Sunday, June 24, 2012

Spiritual. . . But Not Religious

How many times have you heard from others "I'm spiritual, but not religious?"  I have!  It's cropping up more and more often when I converse with people these days.  The "rub" here is that if you are "spiritual," you have it together, you're real, you're a good person.  The "religious" person, by contrast, is not together, fake, and a bad person. . . in short, a "hypocrite." 

I ran across the following dialogue lately, and thought I might share it here. 

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In George MacDonald's novel Robert Falconer, there is a bit of dialog which highlights the folly of today's conundrum regarding "spiritual, not religious" ideas. The segment is taken from Chapter 8 "My Own Acquaintance."
‘We are a church, if you like. There!’
‘Who is your clergyman?’
‘Where do you meet?’
‘What are your rules, then?’
‘We have none.’
‘What makes you a church?’
‘Divine Service.’
‘What do you mean by that?’
‘The sort of thing you have seen to-night.’
‘What is your creed?’
‘Christ Jesus.’
‘But what do you believe about him?’
‘What we can. We count any belief in him—the smallest—better than any belief about him—the greatest—or about anything else besides. But we exclude no one.’
‘How do you manage without?’
‘By admitting no one.’
‘I cannot understand you.’
‘Well, then: we are an undefined company of people, who have grown into human relations with each other naturally, through one attractive force—love for human beings, regarding them as human beings only in virtue of the divine in them.’
‘But you must have some rules,’ I insisted.
‘None whatever. They would cause us only trouble. ...'"

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Hat tip: the late Chuck Colson/The Colson Center for Christian Worldview 

 One of the Christian nonfiction books I read early in my Christian life was Ray Stedman's 1972 classic Body Life.  Stedman, longtime pastor of Peninsula Bible Church in Palo Alto, California, brought to life just how the Body of Christ is meant to live and operate. . . then, now, and for the future.  A classic easy to read primer on what Paul wrote about Spiritual Gifts and the ekklesia, the Body of Christ, and yes. . . the worldwide, universal church.  Another way of saying it is the catholic - "notice the small "c" denoting "universal and worldwide - church.  A useful passage is Ephesians 4:11-16 (ESV):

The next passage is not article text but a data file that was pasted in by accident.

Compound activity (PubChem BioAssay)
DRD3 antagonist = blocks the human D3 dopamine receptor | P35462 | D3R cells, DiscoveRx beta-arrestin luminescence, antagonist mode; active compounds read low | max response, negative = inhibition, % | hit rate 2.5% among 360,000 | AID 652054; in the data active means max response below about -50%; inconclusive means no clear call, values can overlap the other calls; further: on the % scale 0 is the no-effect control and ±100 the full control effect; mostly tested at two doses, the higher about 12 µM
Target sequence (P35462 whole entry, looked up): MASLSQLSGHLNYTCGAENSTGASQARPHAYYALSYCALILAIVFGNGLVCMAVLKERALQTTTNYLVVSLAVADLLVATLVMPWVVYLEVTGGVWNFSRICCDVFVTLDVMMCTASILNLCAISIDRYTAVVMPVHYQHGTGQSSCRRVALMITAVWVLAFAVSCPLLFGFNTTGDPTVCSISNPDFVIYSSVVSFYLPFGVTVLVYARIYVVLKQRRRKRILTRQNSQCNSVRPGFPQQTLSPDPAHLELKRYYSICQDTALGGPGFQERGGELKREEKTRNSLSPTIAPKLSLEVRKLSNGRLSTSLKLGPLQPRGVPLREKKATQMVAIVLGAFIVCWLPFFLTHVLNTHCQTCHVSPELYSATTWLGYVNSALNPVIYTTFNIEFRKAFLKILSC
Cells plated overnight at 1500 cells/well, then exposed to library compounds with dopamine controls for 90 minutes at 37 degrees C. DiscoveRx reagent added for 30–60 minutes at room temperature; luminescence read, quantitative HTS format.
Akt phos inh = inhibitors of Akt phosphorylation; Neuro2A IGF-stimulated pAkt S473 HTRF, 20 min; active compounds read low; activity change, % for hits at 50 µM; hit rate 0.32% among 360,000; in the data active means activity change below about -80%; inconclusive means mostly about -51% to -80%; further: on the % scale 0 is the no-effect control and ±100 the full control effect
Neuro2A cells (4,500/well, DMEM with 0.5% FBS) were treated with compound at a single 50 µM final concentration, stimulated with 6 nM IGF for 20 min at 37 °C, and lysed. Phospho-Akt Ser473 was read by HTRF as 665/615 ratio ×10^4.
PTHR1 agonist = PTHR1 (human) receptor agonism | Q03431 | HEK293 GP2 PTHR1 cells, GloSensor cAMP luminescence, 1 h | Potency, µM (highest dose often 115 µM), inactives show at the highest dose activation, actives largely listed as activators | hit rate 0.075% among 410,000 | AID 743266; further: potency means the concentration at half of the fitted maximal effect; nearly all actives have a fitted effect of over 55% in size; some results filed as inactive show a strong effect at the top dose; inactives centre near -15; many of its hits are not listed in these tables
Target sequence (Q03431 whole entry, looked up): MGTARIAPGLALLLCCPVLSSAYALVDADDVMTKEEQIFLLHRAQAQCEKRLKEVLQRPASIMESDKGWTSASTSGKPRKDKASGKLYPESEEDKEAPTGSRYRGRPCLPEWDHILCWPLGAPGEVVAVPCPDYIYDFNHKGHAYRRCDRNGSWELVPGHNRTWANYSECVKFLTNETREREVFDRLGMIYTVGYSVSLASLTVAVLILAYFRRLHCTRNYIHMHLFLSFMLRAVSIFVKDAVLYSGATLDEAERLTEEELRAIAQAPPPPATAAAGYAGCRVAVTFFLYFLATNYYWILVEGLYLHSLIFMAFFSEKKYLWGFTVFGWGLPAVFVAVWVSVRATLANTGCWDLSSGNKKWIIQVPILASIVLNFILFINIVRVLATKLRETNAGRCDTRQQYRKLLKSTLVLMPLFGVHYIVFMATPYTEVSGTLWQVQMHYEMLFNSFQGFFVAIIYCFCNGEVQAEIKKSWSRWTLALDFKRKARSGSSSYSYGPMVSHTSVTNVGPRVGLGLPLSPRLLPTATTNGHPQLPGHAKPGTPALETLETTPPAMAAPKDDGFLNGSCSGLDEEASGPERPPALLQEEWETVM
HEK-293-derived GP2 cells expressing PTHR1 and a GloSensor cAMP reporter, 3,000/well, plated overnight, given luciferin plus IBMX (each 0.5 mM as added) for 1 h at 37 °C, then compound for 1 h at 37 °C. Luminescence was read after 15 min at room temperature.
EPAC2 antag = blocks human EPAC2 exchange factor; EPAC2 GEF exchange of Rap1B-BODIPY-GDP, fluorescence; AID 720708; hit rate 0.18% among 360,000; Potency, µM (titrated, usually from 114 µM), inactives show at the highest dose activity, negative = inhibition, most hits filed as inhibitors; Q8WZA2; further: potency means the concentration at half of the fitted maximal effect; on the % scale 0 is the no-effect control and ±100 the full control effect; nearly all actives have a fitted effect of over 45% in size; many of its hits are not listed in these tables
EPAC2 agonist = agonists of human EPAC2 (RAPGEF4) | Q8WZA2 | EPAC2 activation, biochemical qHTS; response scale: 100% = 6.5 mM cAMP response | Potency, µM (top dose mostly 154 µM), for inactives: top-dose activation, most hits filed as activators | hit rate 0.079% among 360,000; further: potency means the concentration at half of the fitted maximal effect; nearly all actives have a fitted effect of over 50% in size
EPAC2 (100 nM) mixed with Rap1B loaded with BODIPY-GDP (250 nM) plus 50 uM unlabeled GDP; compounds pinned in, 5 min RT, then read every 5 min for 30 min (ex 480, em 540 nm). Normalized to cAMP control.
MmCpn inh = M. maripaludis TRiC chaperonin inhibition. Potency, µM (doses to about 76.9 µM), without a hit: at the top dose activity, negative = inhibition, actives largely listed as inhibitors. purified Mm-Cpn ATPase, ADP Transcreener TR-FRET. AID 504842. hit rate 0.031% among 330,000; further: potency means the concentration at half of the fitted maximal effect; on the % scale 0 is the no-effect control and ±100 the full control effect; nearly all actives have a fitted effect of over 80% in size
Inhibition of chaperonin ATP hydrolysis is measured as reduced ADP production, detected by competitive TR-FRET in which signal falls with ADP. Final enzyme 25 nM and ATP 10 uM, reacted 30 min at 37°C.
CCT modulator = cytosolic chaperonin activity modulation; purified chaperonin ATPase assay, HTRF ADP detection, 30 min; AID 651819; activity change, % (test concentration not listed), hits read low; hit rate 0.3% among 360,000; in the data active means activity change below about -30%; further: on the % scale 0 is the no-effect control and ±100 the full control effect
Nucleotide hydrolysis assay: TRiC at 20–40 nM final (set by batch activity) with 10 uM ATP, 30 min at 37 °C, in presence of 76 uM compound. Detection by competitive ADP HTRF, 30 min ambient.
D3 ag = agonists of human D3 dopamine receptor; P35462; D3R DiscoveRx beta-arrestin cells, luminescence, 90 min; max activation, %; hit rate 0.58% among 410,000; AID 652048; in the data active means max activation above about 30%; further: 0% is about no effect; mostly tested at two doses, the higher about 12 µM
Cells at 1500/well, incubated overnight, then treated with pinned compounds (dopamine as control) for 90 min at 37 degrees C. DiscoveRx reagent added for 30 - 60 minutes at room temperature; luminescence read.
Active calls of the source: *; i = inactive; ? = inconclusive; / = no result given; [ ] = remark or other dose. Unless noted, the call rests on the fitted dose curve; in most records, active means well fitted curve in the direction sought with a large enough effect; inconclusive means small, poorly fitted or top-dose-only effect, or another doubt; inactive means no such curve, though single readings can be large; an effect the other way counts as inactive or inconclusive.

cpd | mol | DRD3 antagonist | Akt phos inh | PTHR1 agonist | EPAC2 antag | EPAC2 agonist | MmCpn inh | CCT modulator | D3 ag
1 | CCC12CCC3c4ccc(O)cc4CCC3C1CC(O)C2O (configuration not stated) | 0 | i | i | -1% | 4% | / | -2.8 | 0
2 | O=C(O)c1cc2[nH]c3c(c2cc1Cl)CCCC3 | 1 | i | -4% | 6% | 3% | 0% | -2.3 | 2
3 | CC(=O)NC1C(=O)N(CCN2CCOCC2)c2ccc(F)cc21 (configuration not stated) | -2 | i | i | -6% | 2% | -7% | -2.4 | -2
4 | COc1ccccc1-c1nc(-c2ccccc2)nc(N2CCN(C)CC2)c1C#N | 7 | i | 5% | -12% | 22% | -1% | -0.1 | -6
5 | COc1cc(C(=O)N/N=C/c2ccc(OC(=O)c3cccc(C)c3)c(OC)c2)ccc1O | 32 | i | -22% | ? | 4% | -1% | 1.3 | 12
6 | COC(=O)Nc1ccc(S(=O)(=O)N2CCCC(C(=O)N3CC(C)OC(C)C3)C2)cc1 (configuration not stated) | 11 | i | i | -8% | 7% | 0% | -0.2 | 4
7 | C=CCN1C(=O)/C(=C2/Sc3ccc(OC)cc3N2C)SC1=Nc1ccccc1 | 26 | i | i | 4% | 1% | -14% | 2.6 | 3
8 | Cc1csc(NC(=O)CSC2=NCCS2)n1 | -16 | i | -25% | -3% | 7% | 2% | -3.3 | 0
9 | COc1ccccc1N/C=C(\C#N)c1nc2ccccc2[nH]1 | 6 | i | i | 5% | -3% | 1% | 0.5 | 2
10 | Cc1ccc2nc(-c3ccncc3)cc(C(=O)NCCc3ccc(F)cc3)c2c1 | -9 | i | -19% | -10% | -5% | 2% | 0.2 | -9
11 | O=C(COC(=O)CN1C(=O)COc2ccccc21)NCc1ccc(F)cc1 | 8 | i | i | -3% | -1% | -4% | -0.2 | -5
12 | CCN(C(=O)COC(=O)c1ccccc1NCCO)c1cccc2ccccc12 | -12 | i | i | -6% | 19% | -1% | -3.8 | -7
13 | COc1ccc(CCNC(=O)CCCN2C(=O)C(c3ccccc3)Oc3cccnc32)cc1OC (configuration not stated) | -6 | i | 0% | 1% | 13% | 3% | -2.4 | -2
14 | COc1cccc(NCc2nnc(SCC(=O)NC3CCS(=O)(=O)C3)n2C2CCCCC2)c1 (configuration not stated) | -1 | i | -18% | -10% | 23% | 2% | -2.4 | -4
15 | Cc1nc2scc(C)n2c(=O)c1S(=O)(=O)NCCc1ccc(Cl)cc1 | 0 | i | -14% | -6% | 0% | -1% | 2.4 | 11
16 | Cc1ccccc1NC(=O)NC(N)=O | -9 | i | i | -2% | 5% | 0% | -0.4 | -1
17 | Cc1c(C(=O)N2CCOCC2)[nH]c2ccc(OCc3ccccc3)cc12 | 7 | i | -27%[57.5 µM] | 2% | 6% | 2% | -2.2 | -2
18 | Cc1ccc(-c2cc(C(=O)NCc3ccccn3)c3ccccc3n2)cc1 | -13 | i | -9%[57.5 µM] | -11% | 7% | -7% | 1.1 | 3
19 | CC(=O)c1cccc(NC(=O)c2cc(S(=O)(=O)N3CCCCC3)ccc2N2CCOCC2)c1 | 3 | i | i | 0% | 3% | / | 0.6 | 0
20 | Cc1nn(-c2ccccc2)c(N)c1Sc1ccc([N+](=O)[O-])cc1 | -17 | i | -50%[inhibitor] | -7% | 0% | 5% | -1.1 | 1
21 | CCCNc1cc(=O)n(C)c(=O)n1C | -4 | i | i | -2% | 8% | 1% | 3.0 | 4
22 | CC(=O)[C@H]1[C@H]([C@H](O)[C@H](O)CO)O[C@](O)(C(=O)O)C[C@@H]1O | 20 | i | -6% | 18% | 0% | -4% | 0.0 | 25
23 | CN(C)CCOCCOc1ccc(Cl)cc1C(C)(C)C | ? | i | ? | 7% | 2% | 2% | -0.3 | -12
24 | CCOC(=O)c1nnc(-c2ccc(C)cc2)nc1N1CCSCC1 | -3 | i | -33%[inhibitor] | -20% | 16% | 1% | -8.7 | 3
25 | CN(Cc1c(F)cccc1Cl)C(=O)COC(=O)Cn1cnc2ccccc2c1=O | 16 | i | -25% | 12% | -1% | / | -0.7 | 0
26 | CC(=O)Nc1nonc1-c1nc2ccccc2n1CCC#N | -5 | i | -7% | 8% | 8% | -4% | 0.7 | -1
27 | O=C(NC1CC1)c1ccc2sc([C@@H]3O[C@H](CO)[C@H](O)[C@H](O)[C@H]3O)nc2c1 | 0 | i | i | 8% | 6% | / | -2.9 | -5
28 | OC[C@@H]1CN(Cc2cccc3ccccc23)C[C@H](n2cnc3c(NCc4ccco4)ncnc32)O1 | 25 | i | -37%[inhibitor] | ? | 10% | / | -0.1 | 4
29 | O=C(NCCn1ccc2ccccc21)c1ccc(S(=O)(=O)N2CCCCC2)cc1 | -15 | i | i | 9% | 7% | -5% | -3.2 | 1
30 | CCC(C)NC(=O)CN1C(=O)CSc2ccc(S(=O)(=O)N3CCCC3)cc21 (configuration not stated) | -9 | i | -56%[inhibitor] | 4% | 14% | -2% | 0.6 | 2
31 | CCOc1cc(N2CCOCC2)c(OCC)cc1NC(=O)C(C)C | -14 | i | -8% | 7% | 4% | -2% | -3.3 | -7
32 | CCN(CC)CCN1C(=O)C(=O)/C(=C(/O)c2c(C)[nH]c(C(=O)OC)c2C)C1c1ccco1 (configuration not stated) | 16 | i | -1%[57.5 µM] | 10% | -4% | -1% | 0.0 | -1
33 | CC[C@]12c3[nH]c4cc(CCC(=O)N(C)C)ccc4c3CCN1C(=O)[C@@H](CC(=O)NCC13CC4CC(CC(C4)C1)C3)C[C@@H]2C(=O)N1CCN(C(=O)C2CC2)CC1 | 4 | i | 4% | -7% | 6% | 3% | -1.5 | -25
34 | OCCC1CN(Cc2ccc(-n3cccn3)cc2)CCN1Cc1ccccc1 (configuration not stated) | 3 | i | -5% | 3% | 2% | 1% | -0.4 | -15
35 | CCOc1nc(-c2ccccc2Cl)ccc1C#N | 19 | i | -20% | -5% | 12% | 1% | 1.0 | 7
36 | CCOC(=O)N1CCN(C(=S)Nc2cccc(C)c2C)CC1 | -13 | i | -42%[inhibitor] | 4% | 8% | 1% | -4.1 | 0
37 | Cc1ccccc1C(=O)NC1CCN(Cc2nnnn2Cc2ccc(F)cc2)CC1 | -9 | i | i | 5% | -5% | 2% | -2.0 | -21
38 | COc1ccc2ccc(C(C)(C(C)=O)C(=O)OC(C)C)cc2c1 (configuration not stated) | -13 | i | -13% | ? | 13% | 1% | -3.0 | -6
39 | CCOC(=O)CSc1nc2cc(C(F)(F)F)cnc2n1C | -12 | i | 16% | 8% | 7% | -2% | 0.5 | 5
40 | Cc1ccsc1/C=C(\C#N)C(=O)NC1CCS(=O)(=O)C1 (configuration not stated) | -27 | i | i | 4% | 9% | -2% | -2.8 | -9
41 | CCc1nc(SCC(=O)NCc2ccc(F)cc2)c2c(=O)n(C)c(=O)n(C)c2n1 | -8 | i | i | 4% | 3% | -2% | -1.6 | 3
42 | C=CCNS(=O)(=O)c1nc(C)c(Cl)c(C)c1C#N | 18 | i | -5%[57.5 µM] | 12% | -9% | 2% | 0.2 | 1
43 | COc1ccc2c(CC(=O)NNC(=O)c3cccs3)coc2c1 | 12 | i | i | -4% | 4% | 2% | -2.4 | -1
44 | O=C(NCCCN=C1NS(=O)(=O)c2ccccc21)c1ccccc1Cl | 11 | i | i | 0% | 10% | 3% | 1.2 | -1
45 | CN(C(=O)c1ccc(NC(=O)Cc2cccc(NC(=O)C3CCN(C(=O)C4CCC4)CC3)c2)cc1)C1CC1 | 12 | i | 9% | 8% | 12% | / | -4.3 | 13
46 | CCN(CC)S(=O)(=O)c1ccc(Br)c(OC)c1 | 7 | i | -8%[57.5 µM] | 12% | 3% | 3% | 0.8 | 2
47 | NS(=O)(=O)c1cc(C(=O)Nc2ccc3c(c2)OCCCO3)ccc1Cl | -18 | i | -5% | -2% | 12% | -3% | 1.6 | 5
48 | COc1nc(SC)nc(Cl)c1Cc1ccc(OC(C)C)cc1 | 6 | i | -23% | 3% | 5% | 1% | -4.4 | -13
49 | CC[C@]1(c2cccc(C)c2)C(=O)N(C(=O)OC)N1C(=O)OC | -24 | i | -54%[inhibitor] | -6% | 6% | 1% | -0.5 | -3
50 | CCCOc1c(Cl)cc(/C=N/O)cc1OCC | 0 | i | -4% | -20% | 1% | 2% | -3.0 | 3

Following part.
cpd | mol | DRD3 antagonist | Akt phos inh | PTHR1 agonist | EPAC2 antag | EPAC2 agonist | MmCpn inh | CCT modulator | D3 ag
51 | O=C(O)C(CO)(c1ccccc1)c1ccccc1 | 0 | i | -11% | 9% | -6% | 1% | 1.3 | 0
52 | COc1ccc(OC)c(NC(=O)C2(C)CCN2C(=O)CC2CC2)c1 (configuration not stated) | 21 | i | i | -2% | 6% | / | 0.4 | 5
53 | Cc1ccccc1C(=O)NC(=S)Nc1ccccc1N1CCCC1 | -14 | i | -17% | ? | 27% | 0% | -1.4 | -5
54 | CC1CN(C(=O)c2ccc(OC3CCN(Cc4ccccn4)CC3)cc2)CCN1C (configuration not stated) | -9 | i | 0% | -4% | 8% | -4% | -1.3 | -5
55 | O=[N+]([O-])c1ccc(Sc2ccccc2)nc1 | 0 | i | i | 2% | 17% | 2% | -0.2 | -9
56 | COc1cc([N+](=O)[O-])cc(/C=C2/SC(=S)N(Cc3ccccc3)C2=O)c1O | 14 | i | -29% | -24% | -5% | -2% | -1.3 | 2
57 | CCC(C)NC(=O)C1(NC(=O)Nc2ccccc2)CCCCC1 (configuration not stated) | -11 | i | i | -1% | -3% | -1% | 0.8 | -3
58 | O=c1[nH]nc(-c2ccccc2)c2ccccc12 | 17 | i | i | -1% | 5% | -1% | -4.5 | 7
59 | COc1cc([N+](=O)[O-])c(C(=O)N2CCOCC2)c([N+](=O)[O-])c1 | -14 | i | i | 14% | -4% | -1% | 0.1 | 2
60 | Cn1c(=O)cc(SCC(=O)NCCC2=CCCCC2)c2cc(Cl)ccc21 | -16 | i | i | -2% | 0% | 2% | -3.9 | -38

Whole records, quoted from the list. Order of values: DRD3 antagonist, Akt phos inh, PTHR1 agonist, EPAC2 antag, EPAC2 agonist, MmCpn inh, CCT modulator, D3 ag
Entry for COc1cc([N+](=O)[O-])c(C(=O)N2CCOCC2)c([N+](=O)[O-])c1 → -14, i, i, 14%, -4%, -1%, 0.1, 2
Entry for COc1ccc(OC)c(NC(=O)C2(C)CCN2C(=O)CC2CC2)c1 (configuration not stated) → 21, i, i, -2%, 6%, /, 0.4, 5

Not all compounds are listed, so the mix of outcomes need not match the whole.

11 And he gave the apostles, the prophets, the evangelists, the shepherds[c] and teachers,[d] 12 to equip the saints for the work of ministry, for building up the body of Christ, 13 until we all attain to the unity of the faith and of the knowledge of the Son of God, to mature manhood,[e] to the measure of the stature of the fullness of Christ, 14 so that we may no longer be children, tossed to and fro by the waves and carried about by every wind of doctrine, by human cunning, by craftiness in deceitful schemes. 15 Rather, speaking the truth in love, we are to grow up in every way into him who is the head, into Christ, 16 from whom the whole body, joined and held together by every joint with which it is equipped, when each part is working properly, makes the body grow so that it builds itself up in love.

Lots to chew on in that passage!  I'll briefly point out a couple of observations.  The Body of Christ is plural.  It is made up of many persons ("saints") who the Apostle Paul refers to as "we."  So the church is plural, not singular.  Many persons, not one. 

We may start out as children in the Christian faith (v. 14), but we don't stay there.  We are to grow up!  (v. 15)  This reminds me of the famous line in the film Shadowlands, where Anthony Hopkins as C. S. Lewis declares to his church congregation, "We need to grow up!"  We do. . . and so do I.  All of us.  Staying as children is unnatural and does not become us.

As I tell my wife on a regular basis, "Ministry is a team sport!"  No "Lone Rangers" in the Christian life! 

Worshipping God together assembled as Christ's Body, the church these days and being connected and accountable to Christ as He expresses Himself through His body is so countercultural in the present day culture.  Yet it is scripturally taught.  The easy way out is to say "I'm not religious. . . I'm spiritual!"  The harder path is to - as the Apostle Paul and C. S. Lewis would say - grow up and be a willing part of Christ's Body. . . the church, warts and all.  No, the church is not perfect.  But she is still Jesus Christ's bride whom He sought and bought with His precious blood on the Cross.  Respect her - the church - at least that much.  Work to better her and let God cleanse her from her sins, not condemn her and walk away like a Lone Ranger.  Hope to see many of you in church this Sunday.  


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